Sri Lanka rejected on Wednesday US claims that China might establish a “forward military base” at a strategic port leased to Beijing by the indebted Indian Ocean island nation.
Sri Lanka last year granted a 99-year lease on the Hambantota deep-sea port to Beijing, after it was unable to repay Chinese loans for the $1.4-billion project.
The port, situated along key shipping routes, is one of a string of infrastructure projects in Asia, Africa and Europe being funded under China’s Belt and Road Initiative that has rattled the US and its allies, including neighbouring India.
Last week US Vice-President Mike Pence said Hambantota “may soon become a forward military base for China’s growing blue-water navy,” according to US media.
But Sri Lankan Prime Minister Ranil Wickremesinghe’s office said that there would be no foreign military presence at Hambantota, and that the US State Department had been briefed.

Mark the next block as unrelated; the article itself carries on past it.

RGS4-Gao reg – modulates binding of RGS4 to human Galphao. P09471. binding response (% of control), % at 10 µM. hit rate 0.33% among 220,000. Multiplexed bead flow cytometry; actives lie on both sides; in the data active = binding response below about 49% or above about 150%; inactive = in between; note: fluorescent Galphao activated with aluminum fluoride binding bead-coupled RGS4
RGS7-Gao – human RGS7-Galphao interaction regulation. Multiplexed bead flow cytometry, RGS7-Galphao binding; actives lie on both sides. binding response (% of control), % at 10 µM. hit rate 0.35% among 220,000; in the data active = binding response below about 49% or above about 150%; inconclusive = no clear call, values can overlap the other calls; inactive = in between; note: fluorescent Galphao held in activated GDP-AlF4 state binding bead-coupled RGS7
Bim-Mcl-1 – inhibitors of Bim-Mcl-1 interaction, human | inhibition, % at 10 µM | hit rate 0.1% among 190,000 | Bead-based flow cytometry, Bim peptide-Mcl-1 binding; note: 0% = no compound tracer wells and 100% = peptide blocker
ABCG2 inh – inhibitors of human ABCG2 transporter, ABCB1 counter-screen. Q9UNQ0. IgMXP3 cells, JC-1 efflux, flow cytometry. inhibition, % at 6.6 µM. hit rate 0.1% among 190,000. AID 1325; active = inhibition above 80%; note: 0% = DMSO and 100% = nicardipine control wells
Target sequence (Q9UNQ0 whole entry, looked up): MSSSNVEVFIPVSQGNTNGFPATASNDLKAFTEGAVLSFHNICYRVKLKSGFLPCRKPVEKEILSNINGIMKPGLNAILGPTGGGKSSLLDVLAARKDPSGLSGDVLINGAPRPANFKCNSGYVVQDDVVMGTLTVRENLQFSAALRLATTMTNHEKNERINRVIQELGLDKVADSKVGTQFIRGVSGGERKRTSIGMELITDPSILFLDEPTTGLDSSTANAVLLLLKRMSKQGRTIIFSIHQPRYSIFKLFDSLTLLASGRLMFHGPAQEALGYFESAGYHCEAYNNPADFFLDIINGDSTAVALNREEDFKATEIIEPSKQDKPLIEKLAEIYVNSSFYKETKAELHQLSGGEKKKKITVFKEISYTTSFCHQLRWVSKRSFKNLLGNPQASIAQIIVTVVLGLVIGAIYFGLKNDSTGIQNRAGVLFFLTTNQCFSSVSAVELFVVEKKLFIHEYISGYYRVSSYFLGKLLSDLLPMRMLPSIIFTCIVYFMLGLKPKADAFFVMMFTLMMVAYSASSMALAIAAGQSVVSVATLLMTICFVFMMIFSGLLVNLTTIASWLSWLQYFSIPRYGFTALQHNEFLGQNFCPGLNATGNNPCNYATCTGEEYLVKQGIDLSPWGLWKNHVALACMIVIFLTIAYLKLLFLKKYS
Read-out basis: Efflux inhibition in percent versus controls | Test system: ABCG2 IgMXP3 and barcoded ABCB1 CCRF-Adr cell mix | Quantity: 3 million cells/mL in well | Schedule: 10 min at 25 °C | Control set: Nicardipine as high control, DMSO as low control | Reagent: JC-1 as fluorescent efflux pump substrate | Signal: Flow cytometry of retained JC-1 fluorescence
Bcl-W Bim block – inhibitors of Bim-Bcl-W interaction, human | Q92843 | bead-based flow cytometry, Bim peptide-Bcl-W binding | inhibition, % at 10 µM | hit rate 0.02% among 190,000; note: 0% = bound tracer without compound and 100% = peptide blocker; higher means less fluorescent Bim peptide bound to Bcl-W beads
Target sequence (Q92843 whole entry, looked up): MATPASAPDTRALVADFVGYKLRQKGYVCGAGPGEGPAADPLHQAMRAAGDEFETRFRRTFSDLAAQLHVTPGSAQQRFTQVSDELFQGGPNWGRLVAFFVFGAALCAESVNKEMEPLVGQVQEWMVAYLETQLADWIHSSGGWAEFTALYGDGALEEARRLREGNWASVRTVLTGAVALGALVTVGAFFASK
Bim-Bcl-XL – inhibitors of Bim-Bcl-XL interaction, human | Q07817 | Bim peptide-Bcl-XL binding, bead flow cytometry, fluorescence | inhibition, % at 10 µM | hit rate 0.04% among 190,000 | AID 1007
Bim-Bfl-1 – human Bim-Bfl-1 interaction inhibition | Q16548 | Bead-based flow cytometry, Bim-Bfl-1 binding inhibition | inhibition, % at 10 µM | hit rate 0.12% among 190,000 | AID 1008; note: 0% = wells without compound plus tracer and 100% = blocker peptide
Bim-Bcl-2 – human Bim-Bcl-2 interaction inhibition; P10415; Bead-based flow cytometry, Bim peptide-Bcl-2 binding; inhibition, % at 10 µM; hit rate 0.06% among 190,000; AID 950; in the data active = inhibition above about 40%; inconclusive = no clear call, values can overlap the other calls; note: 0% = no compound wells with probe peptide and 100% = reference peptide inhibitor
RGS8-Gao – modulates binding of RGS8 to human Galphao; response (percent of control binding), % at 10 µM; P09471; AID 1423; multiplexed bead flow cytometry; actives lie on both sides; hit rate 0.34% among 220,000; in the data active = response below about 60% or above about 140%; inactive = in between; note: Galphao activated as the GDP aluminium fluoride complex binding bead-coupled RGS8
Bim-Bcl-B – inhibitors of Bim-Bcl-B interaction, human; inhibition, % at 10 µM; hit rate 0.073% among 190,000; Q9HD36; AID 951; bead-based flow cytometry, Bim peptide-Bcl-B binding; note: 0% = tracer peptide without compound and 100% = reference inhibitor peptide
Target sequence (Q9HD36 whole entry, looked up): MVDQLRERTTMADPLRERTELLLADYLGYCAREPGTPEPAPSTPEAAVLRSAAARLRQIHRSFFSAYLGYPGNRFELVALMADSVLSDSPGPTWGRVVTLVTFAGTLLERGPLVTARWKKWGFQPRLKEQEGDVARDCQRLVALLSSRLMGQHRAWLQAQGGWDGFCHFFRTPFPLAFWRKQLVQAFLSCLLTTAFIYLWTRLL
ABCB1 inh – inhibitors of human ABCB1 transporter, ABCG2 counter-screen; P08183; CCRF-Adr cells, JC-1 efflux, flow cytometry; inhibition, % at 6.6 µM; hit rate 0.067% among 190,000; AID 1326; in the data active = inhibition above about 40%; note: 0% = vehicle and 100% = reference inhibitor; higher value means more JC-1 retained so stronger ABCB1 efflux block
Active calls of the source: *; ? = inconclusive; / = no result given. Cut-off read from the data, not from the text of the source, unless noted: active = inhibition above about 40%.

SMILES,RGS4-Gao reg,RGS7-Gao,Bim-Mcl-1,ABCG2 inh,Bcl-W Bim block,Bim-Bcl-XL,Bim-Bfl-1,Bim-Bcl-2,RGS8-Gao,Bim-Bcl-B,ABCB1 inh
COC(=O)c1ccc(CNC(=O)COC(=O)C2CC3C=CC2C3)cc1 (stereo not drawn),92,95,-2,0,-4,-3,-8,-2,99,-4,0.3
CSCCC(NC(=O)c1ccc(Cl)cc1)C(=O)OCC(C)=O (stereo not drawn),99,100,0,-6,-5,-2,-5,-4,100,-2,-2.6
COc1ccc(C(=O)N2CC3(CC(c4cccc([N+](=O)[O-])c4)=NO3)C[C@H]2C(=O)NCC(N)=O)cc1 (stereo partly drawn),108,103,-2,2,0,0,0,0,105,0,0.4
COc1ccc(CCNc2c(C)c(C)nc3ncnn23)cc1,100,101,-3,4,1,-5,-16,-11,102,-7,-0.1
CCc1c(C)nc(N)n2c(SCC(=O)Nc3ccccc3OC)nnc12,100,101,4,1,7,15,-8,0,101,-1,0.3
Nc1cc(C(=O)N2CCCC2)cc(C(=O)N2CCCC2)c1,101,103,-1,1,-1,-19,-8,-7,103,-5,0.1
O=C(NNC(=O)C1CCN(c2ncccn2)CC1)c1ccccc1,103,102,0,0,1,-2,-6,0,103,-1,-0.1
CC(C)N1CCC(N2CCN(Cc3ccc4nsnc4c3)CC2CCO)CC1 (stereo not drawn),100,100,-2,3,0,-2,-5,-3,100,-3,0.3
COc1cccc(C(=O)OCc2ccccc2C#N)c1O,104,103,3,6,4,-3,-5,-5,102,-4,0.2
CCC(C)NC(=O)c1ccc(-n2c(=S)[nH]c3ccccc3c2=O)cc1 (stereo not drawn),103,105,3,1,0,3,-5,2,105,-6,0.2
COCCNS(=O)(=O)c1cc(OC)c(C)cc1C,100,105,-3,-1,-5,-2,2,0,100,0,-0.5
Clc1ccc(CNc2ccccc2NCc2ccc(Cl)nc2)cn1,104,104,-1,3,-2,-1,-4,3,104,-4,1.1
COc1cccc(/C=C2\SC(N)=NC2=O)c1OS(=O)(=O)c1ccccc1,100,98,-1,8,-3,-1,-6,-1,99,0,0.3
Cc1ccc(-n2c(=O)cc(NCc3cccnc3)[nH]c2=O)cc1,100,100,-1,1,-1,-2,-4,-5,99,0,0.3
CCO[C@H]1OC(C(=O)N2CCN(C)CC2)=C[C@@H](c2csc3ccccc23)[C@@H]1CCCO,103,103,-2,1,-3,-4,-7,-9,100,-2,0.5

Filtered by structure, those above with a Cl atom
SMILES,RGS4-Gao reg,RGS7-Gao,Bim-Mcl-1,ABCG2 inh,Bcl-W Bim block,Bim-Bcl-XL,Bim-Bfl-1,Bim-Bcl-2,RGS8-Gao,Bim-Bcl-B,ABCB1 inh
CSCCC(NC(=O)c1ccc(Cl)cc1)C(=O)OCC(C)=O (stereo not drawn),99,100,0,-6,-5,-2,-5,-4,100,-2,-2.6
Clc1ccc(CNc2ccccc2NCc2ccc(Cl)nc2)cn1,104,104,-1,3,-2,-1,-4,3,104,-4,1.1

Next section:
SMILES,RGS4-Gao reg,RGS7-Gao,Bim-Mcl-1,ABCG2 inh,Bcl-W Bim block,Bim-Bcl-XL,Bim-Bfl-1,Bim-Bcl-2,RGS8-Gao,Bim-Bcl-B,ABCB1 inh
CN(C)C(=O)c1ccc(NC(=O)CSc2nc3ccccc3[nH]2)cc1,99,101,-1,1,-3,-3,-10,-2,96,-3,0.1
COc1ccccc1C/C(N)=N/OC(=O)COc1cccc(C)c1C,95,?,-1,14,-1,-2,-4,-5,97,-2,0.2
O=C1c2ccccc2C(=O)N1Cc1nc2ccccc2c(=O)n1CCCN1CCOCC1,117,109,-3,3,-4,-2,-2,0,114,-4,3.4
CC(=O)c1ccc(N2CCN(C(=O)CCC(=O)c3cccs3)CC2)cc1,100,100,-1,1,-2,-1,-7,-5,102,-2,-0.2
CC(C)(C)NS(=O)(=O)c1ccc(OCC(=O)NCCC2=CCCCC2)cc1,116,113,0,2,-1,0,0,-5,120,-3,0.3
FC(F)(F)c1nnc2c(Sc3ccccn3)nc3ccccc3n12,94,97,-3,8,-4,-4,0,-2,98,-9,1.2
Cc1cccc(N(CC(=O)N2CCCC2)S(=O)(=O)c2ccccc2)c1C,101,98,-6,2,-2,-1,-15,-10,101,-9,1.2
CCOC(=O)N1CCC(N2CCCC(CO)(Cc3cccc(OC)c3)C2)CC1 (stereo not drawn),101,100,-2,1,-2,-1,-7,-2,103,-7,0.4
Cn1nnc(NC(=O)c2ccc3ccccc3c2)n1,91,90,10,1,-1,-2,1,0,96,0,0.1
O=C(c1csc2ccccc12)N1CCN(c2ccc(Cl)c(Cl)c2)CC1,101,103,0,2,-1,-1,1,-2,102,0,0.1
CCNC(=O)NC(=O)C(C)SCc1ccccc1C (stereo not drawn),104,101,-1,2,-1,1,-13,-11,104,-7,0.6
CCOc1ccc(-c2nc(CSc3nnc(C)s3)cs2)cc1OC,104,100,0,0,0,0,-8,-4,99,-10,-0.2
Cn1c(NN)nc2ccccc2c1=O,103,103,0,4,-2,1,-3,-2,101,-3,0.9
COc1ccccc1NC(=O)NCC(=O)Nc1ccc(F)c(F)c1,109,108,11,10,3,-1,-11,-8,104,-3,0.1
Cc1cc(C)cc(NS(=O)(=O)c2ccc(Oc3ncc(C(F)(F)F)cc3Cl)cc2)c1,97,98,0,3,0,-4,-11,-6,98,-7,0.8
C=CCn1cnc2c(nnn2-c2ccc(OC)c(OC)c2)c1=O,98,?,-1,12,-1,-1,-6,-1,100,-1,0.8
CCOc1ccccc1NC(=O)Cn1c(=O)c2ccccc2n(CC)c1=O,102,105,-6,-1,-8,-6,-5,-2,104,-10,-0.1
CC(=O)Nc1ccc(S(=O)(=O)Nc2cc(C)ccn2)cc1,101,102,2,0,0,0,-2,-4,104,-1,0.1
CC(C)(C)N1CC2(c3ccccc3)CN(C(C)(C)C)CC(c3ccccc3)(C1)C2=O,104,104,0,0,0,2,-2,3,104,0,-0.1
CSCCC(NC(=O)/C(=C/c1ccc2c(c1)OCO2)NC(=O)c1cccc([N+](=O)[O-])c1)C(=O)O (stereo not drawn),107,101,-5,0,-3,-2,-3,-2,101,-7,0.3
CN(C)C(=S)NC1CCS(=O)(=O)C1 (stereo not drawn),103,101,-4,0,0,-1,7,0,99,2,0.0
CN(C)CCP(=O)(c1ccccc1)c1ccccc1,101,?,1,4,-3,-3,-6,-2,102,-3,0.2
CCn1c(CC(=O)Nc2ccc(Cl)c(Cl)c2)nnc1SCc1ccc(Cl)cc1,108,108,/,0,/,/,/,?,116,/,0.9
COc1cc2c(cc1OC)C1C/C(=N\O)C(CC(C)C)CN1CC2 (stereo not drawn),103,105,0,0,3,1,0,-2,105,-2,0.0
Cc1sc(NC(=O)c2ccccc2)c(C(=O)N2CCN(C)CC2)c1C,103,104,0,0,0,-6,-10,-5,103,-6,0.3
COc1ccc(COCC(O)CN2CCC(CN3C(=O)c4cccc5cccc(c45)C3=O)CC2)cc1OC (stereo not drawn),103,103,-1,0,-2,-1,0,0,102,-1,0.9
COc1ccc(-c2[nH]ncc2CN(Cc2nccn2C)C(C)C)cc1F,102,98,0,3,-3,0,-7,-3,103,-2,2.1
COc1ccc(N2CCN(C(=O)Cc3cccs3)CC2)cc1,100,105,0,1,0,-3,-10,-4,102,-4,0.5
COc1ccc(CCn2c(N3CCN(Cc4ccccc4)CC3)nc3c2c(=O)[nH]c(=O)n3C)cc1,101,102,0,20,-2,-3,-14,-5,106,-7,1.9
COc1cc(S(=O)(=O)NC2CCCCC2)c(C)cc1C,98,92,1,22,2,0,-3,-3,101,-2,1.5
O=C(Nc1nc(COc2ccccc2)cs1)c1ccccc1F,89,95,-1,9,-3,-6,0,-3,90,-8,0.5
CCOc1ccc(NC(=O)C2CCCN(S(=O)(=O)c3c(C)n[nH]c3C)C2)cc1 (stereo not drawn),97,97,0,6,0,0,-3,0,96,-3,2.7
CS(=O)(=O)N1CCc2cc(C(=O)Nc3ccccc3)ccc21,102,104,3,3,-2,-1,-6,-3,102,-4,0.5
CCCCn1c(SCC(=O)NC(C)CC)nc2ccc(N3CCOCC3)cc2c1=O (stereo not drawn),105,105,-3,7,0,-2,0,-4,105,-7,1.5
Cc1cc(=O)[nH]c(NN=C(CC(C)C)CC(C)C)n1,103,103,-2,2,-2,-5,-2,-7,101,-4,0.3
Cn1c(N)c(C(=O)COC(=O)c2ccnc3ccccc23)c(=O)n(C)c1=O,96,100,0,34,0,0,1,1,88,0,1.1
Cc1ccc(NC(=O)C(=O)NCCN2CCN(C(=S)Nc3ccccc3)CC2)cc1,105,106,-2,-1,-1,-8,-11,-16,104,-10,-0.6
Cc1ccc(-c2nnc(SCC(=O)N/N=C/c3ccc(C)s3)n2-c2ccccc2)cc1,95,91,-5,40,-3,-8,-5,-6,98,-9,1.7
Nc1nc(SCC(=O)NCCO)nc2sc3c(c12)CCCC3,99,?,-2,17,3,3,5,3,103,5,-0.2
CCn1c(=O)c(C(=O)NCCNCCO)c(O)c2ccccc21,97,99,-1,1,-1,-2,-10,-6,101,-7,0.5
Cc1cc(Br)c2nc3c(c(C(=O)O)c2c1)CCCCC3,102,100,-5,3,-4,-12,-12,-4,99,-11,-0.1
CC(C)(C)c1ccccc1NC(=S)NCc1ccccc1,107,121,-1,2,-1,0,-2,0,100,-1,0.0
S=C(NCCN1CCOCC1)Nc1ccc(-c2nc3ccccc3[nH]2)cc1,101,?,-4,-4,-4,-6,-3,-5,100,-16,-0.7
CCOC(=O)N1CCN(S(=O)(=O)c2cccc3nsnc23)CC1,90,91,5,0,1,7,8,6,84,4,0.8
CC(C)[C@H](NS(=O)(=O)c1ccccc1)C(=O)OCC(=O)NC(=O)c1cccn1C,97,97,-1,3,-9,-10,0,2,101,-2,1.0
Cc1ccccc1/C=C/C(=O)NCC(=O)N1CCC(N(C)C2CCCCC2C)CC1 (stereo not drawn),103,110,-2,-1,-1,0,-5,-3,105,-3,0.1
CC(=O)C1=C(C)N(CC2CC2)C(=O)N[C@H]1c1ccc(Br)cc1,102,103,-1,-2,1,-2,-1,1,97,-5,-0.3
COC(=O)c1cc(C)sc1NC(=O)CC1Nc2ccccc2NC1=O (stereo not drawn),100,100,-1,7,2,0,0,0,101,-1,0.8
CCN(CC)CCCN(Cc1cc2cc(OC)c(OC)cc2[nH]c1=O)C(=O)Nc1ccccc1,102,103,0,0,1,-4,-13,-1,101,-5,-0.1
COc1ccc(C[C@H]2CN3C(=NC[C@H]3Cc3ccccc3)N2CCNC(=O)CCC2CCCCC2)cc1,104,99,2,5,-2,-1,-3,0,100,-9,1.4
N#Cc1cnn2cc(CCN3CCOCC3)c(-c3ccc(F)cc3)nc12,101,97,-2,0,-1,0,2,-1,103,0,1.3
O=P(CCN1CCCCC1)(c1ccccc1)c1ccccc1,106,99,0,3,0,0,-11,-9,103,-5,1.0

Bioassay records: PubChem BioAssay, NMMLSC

“Some have welcomed the Indo-Pacific as a means of containing China. Others see imaginary Chinese Naval bases – in fact in Sri Lanka – whereas Sri Lanka’s Hambantota Port is a Commercial joint venture between our Ports Authority and China Merchants – a company listed in the Hong Kong Stock Exchange.”
“There are no foreign naval bases in Sri Lanka.”
“Our navy’s Southern Command is being relocated in Hambantota to control port security,” Wickremesinghe’s office quoted him as saying in Britain on Monday.
“The US Defence Department has been briefed on these developments. The Sri Lankan Army’s 1-2 Division is stationed in the vicinity.”
Wickremesinghe said Sri Lanka was also concluding a commercial agreement that would see India take over the management of Hambantota airport — another white-elephant project built with Chinese loans under former president Mahinda Rajapakse.
Regional superpower India has been concerned about growing Chinese interest in Sri Lanka, which has traditionally fallen within New Delhi’s sphere of influence.
In August, the US announced it would grant Sri Lanka $39 million to boost maritime security.
At the same time, China has pledged to increase its funding of Sri Lanka’s economy, including through loans, despite the country’s major debt pile.
The International Monetary Fund, which bailed out Sri Lanka in June 2016 with a $1.5 billion staggered loan, has warned Colombo over its heavy liabilities.